Poll #27, Jerry Helms – Special Guest: Bidding Slam/Grandslam and Promotion Play, 01/14/2011

Jerry Helms - Worldclass Bridge Teacher: Bidding Slam/Grandslam, Promotion Play

We are delighted to offer you a special treat for today’s lesson.  Jerry Helms, World-class Bridge Teacher and playing professional with 18,000+ Masterpoints, teaches students a lesson on slam/grandslam bidding and play!   If you haven’t had the opportunity to attend one of Jerry’s class, right away we offer you this warning:

See our online video commentary of bidding with card animation.

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 After watching one of Jerry’s awesome lessons with rapid-paced and insightful out-of-the-box commentary, you will soon be scanning his website for a Bridge seminar or festival near you!   See JerryHelm.com for more information – and don’t miss reading 100 of his monthly “Ask Jerry” ACBL Bridge Bulletin columns.

In today’s poll, we echo a few of the many key points from Jerry’s lesson.  When you hold a 16 HCP monster hand with a great 7 card Heart suit and partner opens 1 Notrump, now what?  This isn’t your everyday situation, right?   Are you a traditionalist, stick to tried and true methods or does your creative side give rise to consider alternative bidding methods with such an unusual holding?

♠ A Q
J 9 2
A J 2
♣ A 6 5 4 2

♠ —
    6

♣ —

N

W

E

S

♠ —


♣ —

♠ K J
A K Q 10 8 7 3
K 5 4
♣ 3

 

North opens 1 Notrump.  What, wonder’s South – how can that be? South counts 16 High Card Points plus at least 3 distribution points.  Well, counting 1 extra point for a self-sustaining 7 card suit hardly reflects the strength of this terrific hand.  Even if North only holds a doubleton Heart suit, 95 percent of the time the declarer should be able to bring home 7 Heart tricks (a 4-0 split is 10 percent, with half of time the Jack can be finessed.

With partner holding 2 Aces, slam is a reality and if partner hold 3 Aces, making a grandslam contract should be a worthwhile adventure.  On these hands the auction proceeds:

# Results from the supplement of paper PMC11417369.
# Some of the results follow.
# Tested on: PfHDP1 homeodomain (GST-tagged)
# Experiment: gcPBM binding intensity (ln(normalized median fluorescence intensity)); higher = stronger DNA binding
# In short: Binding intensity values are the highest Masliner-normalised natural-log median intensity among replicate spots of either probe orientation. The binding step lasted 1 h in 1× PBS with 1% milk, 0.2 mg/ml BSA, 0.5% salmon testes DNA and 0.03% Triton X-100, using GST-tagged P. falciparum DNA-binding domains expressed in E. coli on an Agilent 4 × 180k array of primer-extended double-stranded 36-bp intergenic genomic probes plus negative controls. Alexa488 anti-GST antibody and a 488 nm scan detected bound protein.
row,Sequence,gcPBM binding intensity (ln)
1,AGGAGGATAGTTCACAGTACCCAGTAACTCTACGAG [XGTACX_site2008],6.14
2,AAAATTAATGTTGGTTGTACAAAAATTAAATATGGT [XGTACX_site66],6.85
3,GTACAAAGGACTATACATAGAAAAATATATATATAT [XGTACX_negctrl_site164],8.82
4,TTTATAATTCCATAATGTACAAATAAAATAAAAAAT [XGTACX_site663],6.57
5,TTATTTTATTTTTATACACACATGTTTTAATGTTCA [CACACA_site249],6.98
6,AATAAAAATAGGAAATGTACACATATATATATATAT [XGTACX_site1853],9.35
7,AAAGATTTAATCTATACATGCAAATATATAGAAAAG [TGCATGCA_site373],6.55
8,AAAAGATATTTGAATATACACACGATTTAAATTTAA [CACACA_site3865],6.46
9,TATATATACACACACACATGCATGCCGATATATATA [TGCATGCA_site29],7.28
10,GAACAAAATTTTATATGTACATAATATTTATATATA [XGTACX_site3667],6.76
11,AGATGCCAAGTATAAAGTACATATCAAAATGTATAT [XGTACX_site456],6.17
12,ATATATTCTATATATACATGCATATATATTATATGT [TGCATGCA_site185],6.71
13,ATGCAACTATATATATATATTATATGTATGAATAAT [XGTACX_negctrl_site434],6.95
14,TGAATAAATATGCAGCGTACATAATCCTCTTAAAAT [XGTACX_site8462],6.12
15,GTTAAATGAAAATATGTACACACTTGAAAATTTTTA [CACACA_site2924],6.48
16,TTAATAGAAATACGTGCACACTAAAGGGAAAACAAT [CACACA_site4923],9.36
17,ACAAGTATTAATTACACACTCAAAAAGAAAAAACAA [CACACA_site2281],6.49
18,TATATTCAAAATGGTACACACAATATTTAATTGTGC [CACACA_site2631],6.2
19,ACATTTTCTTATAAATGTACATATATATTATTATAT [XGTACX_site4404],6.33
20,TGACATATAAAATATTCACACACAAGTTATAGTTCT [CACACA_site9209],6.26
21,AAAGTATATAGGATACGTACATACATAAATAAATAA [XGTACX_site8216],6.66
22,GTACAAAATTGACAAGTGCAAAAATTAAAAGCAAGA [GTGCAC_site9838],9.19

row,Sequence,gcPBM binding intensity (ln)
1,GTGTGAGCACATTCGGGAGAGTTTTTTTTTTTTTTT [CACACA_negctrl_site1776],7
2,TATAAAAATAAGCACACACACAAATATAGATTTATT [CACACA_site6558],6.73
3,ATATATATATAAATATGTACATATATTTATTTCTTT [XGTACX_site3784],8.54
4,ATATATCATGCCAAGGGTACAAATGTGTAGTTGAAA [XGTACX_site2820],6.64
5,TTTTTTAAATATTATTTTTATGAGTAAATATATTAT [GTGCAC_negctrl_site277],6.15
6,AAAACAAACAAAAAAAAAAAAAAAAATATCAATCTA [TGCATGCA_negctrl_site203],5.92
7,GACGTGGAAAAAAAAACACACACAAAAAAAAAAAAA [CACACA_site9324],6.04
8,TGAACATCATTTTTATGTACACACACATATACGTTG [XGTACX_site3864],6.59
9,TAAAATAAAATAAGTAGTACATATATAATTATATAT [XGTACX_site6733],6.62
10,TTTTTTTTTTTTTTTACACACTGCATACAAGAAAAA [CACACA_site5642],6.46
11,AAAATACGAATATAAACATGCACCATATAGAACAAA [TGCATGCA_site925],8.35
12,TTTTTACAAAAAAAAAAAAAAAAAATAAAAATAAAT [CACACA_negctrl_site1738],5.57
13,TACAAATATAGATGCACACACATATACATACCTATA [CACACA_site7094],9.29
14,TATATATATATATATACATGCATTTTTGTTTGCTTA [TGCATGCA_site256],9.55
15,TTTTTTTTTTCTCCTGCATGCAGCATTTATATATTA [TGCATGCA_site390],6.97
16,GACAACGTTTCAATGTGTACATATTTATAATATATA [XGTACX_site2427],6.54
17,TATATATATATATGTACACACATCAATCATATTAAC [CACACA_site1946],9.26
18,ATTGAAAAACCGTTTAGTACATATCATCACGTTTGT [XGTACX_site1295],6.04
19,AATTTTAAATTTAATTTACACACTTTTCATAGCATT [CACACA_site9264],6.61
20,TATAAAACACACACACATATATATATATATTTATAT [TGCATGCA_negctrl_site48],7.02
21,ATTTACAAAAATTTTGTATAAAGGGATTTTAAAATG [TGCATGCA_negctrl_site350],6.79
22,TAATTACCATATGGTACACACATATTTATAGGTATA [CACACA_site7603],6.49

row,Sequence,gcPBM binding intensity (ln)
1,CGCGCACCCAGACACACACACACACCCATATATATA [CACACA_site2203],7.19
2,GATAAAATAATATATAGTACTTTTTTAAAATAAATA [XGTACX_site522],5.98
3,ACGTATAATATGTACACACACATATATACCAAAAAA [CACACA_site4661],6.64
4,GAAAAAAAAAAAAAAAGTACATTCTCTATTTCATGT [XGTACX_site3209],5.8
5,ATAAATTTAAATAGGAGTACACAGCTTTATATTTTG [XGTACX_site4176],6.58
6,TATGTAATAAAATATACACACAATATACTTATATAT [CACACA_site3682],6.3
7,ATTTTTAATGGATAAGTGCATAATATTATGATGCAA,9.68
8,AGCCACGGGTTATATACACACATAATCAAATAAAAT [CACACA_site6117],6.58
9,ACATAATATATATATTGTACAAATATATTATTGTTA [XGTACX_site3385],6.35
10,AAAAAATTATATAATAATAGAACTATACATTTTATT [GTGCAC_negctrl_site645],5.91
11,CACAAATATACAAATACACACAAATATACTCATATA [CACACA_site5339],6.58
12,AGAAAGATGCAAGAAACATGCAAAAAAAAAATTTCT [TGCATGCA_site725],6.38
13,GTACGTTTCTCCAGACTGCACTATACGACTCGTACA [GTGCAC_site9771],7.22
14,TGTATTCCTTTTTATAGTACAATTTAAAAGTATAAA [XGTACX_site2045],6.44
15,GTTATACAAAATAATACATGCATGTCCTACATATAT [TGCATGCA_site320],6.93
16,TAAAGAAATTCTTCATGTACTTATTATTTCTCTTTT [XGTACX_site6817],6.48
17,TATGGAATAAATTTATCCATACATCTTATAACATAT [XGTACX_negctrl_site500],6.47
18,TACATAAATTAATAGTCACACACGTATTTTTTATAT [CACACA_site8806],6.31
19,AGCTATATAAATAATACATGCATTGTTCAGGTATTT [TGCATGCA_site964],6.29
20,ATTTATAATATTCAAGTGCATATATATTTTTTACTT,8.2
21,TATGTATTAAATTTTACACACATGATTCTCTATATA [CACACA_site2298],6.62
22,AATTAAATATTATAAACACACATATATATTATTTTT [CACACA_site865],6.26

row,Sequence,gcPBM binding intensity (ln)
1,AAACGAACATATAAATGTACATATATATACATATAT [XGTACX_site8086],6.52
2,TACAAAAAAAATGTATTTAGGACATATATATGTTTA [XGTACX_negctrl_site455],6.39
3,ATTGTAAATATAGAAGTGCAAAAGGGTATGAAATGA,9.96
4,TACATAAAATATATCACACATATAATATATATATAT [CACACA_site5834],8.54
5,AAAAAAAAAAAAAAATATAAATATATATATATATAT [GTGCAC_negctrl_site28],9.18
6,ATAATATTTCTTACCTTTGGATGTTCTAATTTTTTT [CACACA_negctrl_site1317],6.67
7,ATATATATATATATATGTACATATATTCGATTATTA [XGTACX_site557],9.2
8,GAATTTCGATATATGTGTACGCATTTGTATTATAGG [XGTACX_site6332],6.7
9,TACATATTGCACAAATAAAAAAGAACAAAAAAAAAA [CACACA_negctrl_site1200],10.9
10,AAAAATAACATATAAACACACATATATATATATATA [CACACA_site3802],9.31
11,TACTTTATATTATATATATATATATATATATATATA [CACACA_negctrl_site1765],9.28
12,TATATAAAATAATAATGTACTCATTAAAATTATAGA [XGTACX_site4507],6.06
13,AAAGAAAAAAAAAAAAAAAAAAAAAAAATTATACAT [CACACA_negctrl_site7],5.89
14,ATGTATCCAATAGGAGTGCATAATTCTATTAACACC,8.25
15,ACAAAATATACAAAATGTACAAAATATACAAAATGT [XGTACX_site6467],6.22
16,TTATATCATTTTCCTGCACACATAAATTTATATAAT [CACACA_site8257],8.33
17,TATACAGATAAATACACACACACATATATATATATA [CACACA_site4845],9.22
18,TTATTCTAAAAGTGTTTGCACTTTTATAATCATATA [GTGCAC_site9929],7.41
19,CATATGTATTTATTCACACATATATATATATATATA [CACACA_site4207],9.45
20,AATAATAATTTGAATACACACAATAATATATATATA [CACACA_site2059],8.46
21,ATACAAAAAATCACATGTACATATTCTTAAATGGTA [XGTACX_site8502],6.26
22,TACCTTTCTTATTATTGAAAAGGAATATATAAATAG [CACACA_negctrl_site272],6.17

West

North

East

South

1 N

Pass

4 ♣

Pass

4 N

Pass

5 ♣

Pass

5

Pass

7

Pass

Pass

Pass

Oops, did you begin by transferring North to Hearts so “play goes up to the strong hand?” Mind you a 1 Notrump opener had around 4-5 playing tricks. And South’s hand – almost twice as many playing tricks. Better yet, responder would prefer to have the lead coming right into the South hand with the Kings and associated Jack. So the bidding proceeds: 4 Club (Gerber) Ace-ask, 4 Notrump response showing 3 Aces, 5 Club King-ask 5 Diamond showing none, 7 Hearts – okay partner, let me play the grandslam contract.

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Warm Regards,

Michael
BridgeHands

Comments

  1. Jeff Holst says:

    On the hand that you present in poll #27, you argue against transfering, as your hand is the “big hand”. This is certainly true, but I always thought the point of transfering is to force the lead into opener’s tenaces. What tenaces does responder have on this hand? Maybe spades, but partner is likely to have a spade honor (or two).
    Not hearts or clubs. Diamonds only if partner has neither the Ace or Queen, which is unlikely based upon his 1NT opening. Opener is likely to have at least one, and possibly two tenaces in the minors. (all the more reason for a passive lead.) If the opening leader gets aggresssive and leads into a minor suit tenace against 7H, you can claim.

    • BridgeHands says:
      Hello Jeff,
      Yes, you are correct that one of the fundamental advantages of transfers is that opponents lead (and third seat play) can often enjoy an extra trick when falling into the 1 Notrump opener’s tenaces as: AQx, KJx AJ10, etc. Another secondary benefit is to hide the opener’s strong honor assets to complicate the defender’s play tactics.
      .